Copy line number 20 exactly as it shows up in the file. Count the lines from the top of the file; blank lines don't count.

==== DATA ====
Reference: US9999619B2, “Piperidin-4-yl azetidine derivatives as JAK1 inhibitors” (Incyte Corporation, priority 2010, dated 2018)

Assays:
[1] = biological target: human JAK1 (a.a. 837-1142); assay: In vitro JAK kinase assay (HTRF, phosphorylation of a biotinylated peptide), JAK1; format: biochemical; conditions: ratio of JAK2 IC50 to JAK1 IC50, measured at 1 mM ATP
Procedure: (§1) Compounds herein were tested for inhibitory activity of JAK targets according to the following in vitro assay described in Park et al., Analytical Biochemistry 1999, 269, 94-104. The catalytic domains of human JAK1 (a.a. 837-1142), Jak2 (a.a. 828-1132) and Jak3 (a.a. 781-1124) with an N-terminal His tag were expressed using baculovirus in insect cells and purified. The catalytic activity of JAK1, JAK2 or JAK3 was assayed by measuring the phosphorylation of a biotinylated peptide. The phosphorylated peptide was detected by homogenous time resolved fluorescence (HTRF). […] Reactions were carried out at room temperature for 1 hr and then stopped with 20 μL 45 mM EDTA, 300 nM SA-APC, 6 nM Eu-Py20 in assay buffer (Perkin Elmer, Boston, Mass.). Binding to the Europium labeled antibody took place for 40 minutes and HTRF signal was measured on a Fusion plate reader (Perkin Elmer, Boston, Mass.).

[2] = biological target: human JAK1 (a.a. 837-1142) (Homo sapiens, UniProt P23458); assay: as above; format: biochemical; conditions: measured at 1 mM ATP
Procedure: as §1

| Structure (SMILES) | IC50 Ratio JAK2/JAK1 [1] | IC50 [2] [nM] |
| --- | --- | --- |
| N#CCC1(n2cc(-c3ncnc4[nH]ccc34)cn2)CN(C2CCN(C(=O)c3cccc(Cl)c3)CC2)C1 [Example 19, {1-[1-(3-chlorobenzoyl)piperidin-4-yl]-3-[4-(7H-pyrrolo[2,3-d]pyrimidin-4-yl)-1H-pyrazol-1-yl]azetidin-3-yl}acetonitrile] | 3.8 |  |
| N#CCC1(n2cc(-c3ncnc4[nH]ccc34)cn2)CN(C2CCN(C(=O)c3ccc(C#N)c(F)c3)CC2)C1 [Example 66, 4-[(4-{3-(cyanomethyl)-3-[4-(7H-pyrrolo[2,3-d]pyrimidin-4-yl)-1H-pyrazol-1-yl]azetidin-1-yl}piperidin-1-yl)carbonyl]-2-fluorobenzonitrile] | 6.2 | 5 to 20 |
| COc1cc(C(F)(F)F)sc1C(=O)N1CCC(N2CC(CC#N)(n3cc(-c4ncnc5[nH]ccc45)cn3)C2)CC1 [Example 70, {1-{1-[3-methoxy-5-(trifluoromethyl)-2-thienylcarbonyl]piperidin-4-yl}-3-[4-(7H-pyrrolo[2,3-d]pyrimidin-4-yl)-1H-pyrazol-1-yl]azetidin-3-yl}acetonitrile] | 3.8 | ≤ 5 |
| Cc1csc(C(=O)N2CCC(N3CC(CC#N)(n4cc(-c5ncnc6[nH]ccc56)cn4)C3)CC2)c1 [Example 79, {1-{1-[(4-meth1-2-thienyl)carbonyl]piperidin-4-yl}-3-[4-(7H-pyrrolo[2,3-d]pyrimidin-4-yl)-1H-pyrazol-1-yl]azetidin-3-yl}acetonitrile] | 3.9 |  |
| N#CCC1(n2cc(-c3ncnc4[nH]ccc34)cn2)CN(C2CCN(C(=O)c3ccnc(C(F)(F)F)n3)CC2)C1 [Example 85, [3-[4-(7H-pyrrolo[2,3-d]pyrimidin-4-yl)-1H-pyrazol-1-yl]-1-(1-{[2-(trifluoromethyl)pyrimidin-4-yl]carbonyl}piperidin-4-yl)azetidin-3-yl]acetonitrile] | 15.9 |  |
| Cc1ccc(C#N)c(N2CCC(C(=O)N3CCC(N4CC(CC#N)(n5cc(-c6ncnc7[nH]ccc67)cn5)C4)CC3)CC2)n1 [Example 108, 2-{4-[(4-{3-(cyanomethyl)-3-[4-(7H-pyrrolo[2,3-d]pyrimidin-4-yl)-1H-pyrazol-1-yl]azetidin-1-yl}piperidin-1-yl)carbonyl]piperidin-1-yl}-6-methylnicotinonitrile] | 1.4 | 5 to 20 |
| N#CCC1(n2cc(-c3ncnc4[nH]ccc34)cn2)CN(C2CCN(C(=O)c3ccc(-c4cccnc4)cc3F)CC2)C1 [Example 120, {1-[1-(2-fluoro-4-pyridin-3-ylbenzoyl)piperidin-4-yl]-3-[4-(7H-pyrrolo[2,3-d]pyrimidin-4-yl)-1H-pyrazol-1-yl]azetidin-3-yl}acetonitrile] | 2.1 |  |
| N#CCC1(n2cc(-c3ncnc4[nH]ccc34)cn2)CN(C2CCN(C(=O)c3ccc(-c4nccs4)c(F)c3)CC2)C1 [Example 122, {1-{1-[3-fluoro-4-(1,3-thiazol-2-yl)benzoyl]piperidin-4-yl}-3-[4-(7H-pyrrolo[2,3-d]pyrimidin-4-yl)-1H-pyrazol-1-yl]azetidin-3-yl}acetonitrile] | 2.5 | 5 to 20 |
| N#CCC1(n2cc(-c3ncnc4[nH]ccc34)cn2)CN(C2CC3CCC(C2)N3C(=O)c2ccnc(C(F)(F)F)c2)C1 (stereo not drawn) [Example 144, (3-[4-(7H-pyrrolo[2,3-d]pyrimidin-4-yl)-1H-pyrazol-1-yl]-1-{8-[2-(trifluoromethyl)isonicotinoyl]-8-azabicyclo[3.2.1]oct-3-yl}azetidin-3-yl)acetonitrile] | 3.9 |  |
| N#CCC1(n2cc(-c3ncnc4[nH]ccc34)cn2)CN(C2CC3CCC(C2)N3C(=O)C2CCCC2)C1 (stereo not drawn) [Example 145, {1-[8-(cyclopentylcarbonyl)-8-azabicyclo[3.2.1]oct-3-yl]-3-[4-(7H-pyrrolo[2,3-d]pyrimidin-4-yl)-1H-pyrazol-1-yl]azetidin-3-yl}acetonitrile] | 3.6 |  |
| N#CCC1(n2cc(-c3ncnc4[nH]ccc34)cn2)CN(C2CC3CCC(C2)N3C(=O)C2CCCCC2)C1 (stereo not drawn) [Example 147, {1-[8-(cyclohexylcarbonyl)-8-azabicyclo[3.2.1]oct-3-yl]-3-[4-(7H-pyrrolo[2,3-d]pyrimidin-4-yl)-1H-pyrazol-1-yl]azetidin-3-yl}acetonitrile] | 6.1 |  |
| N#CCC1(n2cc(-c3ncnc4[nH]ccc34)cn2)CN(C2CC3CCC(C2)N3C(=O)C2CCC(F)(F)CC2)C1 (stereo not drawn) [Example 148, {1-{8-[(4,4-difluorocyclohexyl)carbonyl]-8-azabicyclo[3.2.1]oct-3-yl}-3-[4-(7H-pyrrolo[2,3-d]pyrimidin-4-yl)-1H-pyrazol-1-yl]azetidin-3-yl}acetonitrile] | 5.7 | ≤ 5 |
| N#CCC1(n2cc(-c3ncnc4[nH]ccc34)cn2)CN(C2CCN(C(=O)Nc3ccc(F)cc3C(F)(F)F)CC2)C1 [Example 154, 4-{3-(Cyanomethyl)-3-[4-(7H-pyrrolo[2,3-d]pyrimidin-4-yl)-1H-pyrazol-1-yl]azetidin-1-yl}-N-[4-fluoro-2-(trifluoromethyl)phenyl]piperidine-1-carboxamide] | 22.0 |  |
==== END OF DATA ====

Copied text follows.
| N#CCC1(n2cc(-c3ncnc4[nH]ccc34)cn2)CN(C2CC3CCC(C2)N3C(=O)C2CCC(F)(F)CC2)C1 (stereo not drawn) [Example 148, {1-{8-[(4,4-difluorocyclohexyl)carbonyl]-8-azabicyclo[3.2.1]oct-3-yl}-3-[4-(7H-pyrrolo[2,3-d]pyrimidin-4-yl)-1H-pyrazol-1-yl]azetidin-3-yl}acetonitrile] | 5.7 | ≤ 5 |